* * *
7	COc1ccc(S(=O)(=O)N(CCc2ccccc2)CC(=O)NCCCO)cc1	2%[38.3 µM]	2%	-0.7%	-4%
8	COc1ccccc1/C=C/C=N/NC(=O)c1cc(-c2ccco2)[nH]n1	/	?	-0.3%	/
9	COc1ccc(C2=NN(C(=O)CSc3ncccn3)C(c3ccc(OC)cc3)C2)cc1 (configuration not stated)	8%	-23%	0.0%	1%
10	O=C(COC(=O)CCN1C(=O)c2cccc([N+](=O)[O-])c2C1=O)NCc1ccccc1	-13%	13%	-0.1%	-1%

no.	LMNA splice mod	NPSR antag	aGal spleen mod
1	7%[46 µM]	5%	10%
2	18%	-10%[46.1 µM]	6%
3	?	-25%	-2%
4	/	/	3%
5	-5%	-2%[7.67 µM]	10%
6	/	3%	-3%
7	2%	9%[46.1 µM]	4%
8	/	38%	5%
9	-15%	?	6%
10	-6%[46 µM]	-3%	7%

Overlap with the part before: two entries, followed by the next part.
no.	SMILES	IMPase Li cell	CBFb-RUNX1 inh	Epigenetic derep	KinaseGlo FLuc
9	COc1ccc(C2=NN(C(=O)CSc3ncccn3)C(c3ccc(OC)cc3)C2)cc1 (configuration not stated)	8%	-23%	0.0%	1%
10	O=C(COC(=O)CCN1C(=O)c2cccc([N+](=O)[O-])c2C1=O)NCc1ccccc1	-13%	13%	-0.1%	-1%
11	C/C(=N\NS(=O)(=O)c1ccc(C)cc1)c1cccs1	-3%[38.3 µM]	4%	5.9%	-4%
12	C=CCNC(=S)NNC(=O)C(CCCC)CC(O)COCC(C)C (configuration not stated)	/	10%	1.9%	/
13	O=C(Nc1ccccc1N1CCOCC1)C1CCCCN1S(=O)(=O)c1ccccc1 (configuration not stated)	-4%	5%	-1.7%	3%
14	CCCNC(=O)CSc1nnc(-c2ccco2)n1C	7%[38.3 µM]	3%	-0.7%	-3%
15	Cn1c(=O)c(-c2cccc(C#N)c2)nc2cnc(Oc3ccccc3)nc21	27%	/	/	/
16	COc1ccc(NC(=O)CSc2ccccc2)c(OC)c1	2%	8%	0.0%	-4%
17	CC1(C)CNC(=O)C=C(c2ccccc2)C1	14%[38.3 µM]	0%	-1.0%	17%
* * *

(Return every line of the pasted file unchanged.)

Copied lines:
7	COc1ccc(S(=O)(=O)N(CCc2ccccc2)CC(=O)NCCCO)cc1	2%[38.3 µM]	2%	-0.7%	-4%
8	COc1ccccc1/C=C/C=N/NC(=O)c1cc(-c2ccco2)[nH]n1	/	?	-0.3%	/
9	COc1ccc(C2=NN(C(=O)CSc3ncccn3)C(c3ccc(OC)cc3)C2)cc1 (configuration not stated)	8%	-23%	0.0%	1%
10	O=C(COC(=O)CCN1C(=O)c2cccc([N+](=O)[O-])c2C1=O)NCc1ccccc1	-13%	13%	-0.1%	-1%

no.	LMNA splice mod	NPSR antag	aGal spleen mod
1	7%[46 µM]	5%	10%
2	18%	-10%[46.1 µM]	6%
3	?	-25%	-2%
4	/	/	3%
5	-5%	-2%[7.67 µM]	10%
6	/	3%	-3%
7	2%	9%[46.1 µM]	4%
8	/	38%	5%
9	-15%	?	6%
10	-6%[46 µM]	-3%	7%

Overlap with the part before: two entries, followed by the next part.
no.	SMILES	IMPase Li cell	CBFb-RUNX1 inh	Epigenetic derep	KinaseGlo FLuc
9	COc1ccc(C2=NN(C(=O)CSc3ncccn3)C(c3ccc(OC)cc3)C2)cc1 (configuration not stated)	8%	-23%	0.0%	1%
10	O=C(COC(=O)CCN1C(=O)c2cccc([N+](=O)[O-])c2C1=O)NCc1ccccc1	-13%	13%	-0.1%	-1%
11	C/C(=N\NS(=O)(=O)c1ccc(C)cc1)c1cccs1	-3%[38.3 µM]	4%	5.9%	-4%
12	C=CCNC(=S)NNC(=O)C(CCCC)CC(O)COCC(C)C (configuration not stated)	/	10%	1.9%	/
13	O=C(Nc1ccccc1N1CCOCC1)C1CCCCN1S(=O)(=O)c1ccccc1 (configuration not stated)	-4%	5%	-1.7%	3%
14	CCCNC(=O)CSc1nnc(-c2ccco2)n1C	7%[38.3 µM]	3%	-0.7%	-3%
15	Cn1c(=O)c(-c2cccc(C#N)c2)nc2cnc(Oc3ccccc3)nc21	27%	/	/	/
16	COc1ccc(NC(=O)CSc2ccccc2)c(OC)c1	2%	8%	0.0%	-4%
17	CC1(C)CNC(=O)C=C(c2ccccc2)C1	14%[38.3 µM]	0%	-1.0%	17%